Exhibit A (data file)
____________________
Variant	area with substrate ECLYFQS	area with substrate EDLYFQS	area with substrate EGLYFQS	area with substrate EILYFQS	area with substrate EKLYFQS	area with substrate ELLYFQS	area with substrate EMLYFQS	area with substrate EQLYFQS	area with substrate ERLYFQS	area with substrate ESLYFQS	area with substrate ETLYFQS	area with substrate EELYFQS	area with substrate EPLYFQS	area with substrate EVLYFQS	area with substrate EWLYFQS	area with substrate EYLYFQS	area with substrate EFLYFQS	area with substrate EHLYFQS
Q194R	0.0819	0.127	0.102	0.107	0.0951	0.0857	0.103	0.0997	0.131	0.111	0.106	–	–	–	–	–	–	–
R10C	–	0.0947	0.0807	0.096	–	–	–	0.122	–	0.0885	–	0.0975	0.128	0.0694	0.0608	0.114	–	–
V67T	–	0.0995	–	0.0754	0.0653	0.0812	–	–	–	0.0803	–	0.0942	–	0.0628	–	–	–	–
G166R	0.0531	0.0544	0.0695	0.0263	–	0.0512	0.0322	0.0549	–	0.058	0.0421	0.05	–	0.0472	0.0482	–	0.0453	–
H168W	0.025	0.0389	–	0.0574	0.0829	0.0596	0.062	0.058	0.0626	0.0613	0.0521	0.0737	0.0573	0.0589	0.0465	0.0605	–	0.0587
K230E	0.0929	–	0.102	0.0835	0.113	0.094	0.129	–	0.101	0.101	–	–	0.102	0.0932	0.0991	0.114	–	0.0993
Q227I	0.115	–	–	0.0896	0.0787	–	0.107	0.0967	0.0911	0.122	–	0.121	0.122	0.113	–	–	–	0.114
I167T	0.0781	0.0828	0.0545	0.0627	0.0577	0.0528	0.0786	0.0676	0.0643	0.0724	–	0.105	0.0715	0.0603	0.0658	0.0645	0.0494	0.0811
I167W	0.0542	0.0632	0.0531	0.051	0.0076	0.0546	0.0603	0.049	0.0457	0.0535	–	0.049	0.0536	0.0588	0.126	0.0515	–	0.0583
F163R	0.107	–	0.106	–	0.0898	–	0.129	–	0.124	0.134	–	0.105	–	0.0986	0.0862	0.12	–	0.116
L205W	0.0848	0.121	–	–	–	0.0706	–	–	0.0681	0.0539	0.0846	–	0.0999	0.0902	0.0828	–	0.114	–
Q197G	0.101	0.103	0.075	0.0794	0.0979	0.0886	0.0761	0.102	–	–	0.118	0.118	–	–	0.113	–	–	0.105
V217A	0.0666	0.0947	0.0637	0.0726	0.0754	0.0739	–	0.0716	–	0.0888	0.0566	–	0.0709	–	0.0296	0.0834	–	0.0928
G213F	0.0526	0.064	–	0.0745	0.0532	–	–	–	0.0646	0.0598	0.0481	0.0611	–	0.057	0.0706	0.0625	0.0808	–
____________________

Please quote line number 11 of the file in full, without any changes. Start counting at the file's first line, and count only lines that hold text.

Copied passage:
F163R	0.107	–	0.106	–	0.0898	–	0.129	–	0.124	0.134	–	0.105	–	0.0986	0.0862	0.12	–	0.116